Changes to Wood Dust Exposure Limits

All workplaces involved with wood processing need to control employee exposure to wood dust. If not controlled using appropriate measures, wood dust can be a significant risk to health – in both the short and longer terms. Regulations are in place to ensure these workplaces provide safe and healthy working environments. However, the ‘exposure limits’ associated with these regulations are set to be lowered in January 2020. Many businesses will have to act now in order to comply with the lower limit.

Lowering the Limits

The limit for exposure to both hard and soft wood dust currently stands at 5mg/m³ (as of August 2019). However, the limit for hard wood and mixed wood dust exposure is set to be reduced to 3mg/m³ in January 2020. This in response to the growing understanding of the risks of exposure. This 40% limit reduction will be an unprecedented change in the law. Adapting to these changes by January 2020 will represent a major challenge for many businesses. So why are the wood dust exposure limits being lowered so drastically?

The Risks of Exposure to Wood Dust

There are many health risks associated with wood dust exposure, and some are much more serious than others.

Skin Conditions

Exposure to wood dust can result in allergic reactions and skin conditions such as dermatitis. Whilst not representing a serious threat to human health, these conditions can cause significant irritation and even pain. These problems can be quickly exacerbated with continued exposure to wood dust or lack of treatment.

Respiratory Problems

Asthma is an example of a potential effect of exposure to wood dust in the short term. However, more serious conditions can quickly develop, including lung disease. Such conditions can permanently damage the lungs and may cause further health complications.


Hard wood dust has long been recognised to have carcinogenic properties. However, research has shown that the cancer-causing risk of exposure is greater than previously realised. In particular, the research has shown that long-term exposure to relatively small amounts of wood dust correlates with a much higher risk of cancer in later life. As a result, the UK government’s Health and Safety Executive (HSE) is implementing new exposure limits. It is therefore essential for businesses to implement effective control measures in advance of January 2020.

How to Prepare for January 2020

Monitor Current Exposure Levels

In order to make sure your business is prepared for the upcoming changes to wood dust exposure limits, you first need to understand your current level of risk. Dust exposure monitoring shows the current level of wood dust exposure in your business. The results of this monitoring will indicate whether or not you are in line with the impending change. However, it should be noted that the exposure limits are – indeed – ‘limits’; you should constantly strive to reduce exposure levels as much as practicably possible.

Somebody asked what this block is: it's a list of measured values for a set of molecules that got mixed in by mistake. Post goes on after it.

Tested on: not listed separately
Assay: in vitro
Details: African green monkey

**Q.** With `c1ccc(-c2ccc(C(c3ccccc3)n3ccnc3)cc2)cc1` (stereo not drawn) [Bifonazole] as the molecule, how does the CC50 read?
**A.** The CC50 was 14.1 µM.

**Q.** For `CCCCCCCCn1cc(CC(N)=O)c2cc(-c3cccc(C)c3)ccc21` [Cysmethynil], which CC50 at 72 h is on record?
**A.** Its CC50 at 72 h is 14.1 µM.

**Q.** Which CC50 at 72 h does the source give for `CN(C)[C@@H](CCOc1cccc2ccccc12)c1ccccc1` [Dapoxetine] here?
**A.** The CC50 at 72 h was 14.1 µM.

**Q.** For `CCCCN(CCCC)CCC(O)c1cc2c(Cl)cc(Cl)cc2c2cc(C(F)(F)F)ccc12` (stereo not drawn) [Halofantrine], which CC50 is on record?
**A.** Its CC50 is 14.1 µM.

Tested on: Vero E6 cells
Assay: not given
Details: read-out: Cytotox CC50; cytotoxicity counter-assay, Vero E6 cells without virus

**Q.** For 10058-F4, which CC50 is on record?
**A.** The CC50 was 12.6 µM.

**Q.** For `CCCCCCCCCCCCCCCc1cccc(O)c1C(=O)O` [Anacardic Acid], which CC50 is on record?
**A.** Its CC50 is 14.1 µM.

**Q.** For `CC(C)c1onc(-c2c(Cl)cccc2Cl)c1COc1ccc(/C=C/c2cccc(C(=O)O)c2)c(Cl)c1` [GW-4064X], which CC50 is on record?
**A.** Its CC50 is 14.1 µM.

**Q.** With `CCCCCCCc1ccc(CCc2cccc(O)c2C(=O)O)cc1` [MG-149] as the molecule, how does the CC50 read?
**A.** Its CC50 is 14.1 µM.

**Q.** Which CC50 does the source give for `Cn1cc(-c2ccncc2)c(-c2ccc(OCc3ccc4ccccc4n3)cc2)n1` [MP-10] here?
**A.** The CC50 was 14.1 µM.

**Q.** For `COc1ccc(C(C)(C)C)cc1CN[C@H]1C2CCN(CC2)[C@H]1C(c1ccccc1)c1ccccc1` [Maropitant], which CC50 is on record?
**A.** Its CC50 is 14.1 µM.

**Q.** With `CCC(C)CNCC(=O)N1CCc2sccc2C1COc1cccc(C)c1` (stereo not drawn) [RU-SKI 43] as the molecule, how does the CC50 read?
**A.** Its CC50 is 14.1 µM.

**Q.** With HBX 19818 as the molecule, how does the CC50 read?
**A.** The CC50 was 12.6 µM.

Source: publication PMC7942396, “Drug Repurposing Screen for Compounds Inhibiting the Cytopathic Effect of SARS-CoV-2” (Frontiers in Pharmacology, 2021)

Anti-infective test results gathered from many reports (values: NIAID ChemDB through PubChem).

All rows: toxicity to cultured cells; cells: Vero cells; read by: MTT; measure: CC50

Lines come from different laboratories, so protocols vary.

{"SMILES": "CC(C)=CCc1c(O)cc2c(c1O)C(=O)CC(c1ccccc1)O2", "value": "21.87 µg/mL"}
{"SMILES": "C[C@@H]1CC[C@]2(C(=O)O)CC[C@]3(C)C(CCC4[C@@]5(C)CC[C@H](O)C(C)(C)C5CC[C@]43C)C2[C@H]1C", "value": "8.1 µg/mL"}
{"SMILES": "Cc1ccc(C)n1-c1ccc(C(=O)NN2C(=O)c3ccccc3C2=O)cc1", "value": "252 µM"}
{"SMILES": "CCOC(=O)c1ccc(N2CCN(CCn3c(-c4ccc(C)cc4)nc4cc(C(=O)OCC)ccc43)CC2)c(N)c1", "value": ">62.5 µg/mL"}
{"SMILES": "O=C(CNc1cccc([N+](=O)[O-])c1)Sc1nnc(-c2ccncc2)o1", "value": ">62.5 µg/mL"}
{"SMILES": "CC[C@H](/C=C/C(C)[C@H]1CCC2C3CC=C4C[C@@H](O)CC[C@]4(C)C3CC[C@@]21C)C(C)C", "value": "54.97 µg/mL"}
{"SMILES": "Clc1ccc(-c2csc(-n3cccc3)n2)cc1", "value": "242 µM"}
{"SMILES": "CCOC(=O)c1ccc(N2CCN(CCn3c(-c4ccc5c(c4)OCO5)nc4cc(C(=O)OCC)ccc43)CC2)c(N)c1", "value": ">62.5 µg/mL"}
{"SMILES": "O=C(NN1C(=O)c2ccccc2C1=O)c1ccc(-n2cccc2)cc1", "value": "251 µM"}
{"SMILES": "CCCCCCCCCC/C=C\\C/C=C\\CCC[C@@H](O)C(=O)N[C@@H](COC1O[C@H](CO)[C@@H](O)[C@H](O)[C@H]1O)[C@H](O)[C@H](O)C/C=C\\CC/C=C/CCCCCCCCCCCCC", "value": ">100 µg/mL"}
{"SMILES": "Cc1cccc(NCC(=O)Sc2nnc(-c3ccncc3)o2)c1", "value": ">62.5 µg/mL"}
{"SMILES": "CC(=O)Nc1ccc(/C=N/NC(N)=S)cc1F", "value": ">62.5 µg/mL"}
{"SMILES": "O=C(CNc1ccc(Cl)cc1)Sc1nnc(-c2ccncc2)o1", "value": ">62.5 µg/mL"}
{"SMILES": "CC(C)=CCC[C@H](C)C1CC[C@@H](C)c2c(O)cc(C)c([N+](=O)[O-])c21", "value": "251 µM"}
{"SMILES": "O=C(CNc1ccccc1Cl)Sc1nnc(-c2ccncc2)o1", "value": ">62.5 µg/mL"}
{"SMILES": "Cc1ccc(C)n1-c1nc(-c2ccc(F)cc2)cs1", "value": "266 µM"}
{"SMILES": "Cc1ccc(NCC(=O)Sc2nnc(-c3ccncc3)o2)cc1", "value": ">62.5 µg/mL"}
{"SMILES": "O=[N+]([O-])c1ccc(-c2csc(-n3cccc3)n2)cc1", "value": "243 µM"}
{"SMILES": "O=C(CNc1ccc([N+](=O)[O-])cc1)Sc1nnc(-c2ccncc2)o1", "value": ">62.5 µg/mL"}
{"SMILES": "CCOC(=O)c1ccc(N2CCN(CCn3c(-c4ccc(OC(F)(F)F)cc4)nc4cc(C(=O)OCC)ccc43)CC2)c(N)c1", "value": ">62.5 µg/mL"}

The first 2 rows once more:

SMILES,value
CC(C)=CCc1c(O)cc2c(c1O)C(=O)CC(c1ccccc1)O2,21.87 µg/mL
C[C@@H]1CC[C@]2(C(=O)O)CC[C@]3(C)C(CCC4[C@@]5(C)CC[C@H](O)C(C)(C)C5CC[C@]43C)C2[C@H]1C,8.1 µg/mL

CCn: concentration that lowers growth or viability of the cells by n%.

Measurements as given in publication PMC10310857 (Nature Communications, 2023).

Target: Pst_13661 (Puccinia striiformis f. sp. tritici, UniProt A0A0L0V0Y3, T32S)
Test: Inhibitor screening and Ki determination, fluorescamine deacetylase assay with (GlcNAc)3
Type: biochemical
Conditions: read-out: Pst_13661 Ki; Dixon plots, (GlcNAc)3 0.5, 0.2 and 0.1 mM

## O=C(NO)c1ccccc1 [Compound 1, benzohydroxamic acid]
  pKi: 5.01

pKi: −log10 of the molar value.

Install or Upgrade LEV

Aside from avoiding exposure to wood dust altogether, Local Exhaust Ventilation (LEV) represents the most effective method of control. However, it is vital to ensure the equipment is appropriate to its intended purpose, and that its effectiveness is continually monitored.


Although LEV can be very effective on its own, you will most likely need to use Personal Protective Equipment (PPE) to further minimise your employees’ exposure. It should be noted though that PPE is a last line of defence as it only protects that worker.

Future Enforcements

The 2020 3mg/m³ limit for hard and mixed wood exposure is set to be further reduced to 2mg/m³ in January 2023. Although January 2020 naturally represents the most pressing concern for businesses, it is worth thinking about the steps you will need to take to reduce them to be in line with the 2023 limits. After all, your staff’s health is paramount.

We’re here to help

If you need any help or advice, we’re happy to assist. Our experienced occupational hygienists have many years experience covering a wide range of industries. We can carry our air monitoring to assess the exposure levels, give advice on any control measures and provide recommendations to help you comply with the COSHH Regulations and the new limits.

Our approach

Get in touch with Workplace Exposure, either give us a call on 0800 689 4386, or fill in our enquiry form to discuss your monitoring or consultancy requirements.

We’ll then provide you with a no obligation proposal, we can often give an initial idea of fees whilst we discuss your needs.

Once you’ve accepted our proposal we can then schedule the work.

Following our site visit we’ll provide you with a comprehensive report giving you advice, recommendations and control measures where appropriate.

Implement the outcomes for compliance and a happier healthier workplace.